‘That’s a Society-Ending Pandemic’: What We Heard This Week


“That’s a society-ending pandemic.” — James Lawler, MD, MPH, of the University of Nebraska Medical Center’s Global Center for Health Security, on viruses with high case fatality rates and the unknown risks of the H5N1 avian flu.

“They’re looking for needles in haystacks.” — William Schaffner, MD, of Vanderbilt University in Nashville, discussing possible seizure risk following COVID-19 vaccination in kids.

“We believe that kind of less is more.” — Robert Montgomery, MD, DPhil, of the NYU Langone Transplant Institute, differentiating his team’s recent living pig kidney transplant from the world’s first performed last month.

“It is a band-aid solution to the wicked problem of misinformation.” — Becky Smullin Dawson, MPH, PhD, of Allegheny College in Meadville, Pennsylvania, commenting on X’s (formerly Twitter) new misinformation countermeasure.

“There are a lot of opportunities to try to protect infants against RSV.” — Jennifer Saper, MD, of the Ann & Robert H. Lurie Children’s Hospital in Chicago, on high vaccine interest among pregnant individuals.

“These drugs can cause a number of harms for these patients.” — Adam Sacarny, PhD, of the Mailman School of Public Health at Columbia University in New York City, on antipsychotic use in older dementia patients.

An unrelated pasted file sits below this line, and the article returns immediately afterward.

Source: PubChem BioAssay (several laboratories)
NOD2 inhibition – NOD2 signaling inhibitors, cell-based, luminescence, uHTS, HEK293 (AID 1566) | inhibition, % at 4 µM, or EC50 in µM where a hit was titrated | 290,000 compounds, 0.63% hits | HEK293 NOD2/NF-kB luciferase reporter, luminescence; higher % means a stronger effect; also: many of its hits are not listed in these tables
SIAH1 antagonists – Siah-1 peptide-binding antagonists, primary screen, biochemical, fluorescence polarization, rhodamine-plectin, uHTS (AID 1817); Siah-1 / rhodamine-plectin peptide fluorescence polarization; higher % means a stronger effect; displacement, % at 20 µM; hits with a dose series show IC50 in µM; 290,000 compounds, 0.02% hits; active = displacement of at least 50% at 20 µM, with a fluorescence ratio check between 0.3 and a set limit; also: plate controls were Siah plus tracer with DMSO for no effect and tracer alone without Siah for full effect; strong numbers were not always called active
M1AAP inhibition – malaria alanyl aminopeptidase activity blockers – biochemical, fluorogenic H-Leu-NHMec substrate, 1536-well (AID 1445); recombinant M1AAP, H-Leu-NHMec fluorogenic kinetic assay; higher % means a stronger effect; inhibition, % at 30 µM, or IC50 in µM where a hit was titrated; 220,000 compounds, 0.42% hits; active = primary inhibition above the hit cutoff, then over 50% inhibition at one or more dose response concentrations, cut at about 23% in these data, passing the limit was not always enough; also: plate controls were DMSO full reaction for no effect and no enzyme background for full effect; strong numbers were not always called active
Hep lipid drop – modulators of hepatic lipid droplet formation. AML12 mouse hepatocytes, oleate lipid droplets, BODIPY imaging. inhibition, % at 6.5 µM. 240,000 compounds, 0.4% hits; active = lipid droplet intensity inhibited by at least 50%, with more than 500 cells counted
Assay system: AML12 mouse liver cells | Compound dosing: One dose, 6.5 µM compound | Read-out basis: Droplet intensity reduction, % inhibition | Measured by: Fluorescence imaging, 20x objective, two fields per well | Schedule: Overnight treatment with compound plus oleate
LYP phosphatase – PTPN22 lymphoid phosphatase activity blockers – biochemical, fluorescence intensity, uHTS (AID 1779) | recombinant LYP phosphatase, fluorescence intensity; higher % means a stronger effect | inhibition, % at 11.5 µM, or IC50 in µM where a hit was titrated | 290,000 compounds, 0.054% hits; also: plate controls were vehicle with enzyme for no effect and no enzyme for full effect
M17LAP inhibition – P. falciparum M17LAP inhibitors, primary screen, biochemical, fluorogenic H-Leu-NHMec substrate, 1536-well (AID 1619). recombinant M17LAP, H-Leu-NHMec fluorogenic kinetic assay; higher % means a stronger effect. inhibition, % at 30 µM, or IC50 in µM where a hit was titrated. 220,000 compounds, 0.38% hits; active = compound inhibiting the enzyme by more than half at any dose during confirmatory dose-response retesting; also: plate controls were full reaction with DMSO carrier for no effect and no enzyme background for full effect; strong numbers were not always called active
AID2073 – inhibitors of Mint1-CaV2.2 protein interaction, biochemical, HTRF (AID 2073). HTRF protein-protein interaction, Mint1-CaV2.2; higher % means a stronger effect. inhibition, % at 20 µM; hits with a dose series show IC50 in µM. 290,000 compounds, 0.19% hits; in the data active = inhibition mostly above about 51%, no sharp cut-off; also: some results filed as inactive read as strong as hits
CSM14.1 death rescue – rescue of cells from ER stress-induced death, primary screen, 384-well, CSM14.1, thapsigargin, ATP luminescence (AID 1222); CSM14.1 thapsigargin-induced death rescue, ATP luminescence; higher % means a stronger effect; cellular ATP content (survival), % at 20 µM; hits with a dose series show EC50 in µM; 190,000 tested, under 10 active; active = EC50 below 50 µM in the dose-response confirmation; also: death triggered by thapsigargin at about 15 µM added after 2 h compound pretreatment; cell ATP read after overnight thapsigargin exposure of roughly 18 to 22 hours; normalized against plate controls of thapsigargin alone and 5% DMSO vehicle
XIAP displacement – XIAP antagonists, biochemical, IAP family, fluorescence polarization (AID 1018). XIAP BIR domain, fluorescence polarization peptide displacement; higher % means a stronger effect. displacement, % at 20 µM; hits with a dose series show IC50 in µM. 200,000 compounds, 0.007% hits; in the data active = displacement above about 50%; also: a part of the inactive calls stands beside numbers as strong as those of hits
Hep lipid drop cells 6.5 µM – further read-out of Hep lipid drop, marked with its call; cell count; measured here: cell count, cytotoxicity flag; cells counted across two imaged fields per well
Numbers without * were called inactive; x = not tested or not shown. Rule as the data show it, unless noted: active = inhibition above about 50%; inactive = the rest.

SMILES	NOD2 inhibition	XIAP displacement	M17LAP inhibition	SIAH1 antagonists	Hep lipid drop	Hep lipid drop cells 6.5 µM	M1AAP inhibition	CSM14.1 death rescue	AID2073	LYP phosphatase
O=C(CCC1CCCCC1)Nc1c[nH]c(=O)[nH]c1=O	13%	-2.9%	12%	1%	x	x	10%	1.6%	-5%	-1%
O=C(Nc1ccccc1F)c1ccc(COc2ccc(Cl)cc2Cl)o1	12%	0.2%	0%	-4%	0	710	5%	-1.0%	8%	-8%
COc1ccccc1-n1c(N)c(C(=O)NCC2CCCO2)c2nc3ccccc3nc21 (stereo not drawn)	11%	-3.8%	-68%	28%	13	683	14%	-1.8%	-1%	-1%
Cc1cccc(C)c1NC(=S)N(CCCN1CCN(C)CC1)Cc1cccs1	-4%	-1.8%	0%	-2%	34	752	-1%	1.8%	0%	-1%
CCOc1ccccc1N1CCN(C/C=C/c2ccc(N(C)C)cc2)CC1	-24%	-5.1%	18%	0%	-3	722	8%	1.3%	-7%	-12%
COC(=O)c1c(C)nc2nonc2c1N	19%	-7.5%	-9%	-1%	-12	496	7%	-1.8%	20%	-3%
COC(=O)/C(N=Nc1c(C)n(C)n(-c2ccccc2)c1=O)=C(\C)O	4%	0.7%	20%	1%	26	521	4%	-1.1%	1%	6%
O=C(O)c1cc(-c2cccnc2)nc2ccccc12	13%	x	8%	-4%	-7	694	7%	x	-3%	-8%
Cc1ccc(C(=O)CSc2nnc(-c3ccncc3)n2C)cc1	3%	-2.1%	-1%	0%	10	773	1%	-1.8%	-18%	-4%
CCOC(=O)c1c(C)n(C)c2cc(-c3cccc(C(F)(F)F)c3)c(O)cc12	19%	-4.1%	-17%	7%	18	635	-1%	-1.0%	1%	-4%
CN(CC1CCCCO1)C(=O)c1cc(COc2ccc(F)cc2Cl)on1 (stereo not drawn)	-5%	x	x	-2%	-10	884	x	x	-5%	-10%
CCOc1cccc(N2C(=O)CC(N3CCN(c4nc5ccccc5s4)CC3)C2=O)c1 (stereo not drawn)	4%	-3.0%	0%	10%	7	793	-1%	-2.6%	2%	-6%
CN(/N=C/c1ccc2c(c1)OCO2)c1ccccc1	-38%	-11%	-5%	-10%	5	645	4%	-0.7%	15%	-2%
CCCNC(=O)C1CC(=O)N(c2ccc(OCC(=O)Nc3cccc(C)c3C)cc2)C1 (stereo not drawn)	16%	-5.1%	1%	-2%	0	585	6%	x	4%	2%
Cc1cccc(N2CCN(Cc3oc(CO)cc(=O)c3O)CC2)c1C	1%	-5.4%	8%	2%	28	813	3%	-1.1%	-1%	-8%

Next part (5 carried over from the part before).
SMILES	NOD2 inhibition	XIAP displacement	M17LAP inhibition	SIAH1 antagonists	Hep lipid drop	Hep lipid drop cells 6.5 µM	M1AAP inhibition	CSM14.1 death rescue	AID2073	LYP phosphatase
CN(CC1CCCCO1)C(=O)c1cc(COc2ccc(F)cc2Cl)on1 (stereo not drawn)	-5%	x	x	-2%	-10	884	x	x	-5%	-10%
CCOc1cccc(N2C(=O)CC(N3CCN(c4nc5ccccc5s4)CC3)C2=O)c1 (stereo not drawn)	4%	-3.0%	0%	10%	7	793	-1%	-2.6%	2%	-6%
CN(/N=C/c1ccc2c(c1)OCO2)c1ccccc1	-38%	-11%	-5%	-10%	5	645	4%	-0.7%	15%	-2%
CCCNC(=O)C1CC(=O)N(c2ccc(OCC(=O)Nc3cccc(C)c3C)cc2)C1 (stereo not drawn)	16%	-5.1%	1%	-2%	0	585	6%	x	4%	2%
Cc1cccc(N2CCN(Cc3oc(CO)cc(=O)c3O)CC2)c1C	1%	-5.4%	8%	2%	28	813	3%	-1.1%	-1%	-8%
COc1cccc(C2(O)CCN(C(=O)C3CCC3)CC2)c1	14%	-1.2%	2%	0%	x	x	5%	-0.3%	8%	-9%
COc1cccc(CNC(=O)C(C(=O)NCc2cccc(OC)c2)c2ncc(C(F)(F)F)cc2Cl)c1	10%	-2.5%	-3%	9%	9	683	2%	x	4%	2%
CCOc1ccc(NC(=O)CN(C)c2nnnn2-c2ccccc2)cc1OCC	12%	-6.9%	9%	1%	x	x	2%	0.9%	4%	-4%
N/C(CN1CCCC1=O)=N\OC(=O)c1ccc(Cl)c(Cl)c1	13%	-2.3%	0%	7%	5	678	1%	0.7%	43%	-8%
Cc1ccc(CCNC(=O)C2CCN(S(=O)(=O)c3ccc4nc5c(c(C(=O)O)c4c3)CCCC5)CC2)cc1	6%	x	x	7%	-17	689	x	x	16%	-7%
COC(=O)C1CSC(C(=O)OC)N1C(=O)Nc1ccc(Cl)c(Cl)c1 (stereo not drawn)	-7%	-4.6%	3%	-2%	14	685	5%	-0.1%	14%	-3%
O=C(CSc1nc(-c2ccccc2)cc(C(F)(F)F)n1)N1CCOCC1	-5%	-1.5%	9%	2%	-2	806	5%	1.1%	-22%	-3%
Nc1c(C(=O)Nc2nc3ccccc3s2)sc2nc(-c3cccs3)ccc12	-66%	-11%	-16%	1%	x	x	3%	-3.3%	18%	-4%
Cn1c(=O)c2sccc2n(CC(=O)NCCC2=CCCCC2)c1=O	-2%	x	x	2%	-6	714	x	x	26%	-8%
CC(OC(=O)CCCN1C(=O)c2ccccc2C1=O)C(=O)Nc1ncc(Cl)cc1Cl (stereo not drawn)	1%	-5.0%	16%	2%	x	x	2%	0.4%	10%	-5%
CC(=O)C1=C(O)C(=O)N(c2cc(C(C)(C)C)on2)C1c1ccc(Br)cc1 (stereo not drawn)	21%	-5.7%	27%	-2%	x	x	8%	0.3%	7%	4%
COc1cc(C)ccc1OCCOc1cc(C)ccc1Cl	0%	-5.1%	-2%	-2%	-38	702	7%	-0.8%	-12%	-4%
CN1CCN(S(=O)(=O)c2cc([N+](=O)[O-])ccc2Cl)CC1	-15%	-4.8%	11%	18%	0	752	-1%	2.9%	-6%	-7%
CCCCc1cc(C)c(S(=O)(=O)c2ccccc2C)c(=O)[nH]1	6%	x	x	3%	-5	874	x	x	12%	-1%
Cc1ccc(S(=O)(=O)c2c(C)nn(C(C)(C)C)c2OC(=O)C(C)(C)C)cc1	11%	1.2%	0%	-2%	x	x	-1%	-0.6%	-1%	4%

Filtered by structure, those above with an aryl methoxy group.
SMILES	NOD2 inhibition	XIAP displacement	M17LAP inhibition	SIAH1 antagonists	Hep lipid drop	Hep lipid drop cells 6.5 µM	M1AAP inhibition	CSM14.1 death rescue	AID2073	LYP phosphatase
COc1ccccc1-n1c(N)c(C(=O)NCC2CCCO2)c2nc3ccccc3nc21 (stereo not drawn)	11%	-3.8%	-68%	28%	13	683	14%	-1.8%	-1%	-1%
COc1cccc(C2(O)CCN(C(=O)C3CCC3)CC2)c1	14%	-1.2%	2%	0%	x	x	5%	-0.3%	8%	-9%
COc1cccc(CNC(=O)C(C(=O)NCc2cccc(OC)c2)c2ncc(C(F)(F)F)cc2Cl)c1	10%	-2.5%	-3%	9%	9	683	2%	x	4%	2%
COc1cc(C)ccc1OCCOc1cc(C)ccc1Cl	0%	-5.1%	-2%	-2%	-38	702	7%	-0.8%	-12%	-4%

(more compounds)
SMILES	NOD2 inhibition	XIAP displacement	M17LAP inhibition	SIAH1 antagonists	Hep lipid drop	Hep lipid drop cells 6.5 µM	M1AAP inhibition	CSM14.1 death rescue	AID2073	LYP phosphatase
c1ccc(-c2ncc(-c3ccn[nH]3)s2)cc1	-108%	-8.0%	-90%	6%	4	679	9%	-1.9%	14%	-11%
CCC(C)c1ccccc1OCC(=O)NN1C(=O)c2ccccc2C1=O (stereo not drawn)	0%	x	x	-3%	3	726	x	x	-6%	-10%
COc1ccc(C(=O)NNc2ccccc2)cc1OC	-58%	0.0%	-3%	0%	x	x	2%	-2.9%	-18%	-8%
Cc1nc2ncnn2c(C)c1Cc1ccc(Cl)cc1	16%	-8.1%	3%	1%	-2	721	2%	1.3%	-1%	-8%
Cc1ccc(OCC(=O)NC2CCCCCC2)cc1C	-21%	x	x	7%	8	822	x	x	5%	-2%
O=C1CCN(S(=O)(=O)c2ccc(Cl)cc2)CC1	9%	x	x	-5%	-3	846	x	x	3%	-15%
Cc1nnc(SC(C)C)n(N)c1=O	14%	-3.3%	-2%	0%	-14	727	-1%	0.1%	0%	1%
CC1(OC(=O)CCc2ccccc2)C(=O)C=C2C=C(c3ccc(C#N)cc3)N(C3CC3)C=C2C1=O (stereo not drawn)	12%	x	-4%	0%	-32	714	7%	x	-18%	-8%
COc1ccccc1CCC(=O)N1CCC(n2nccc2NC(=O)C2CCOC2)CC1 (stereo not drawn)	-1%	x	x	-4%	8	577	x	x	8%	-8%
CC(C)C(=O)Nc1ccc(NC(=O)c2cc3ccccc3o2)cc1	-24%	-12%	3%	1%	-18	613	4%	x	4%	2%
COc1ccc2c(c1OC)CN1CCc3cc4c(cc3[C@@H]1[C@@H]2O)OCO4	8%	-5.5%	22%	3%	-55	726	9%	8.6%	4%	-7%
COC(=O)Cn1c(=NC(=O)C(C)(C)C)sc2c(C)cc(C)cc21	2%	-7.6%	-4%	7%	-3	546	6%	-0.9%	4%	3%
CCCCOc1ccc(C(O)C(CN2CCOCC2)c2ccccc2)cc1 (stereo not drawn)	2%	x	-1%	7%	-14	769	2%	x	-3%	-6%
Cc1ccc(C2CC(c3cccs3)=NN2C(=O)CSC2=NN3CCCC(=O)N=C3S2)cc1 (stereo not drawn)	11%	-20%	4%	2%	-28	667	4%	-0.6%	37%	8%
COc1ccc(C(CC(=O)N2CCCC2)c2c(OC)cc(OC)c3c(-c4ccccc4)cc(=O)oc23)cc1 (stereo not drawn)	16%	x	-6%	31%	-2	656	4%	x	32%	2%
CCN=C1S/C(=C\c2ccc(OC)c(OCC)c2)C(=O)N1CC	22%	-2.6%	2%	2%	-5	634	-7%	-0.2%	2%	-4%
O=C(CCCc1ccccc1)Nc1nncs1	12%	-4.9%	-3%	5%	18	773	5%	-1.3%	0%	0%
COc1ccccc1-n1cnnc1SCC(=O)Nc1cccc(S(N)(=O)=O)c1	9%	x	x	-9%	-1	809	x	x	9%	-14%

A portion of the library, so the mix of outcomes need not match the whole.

“So often I hear patients say, ‘I feel normal or myself again,’ and are in disbelief.” — Smita Das, MD, PhD, MPH, chair of the Council on Addiction Psychiatry at the American Psychiatric Association, on benefits of buprenorphine for opioid use disorder.

“Canceled surgeries are sometimes never rescheduled.” — Anjali Dixit, MD, MPH, of Stanford University School of Medicine in California, questioning the clinical utility of pausing GLP-1 agonists before surgery.

“There are many ways that it could potentially go wrong.” — Douglas Johnson, MD, MSCI, of Vanderbilt University Medical Center, after the use of AI tools in healthcare sparked a protest.

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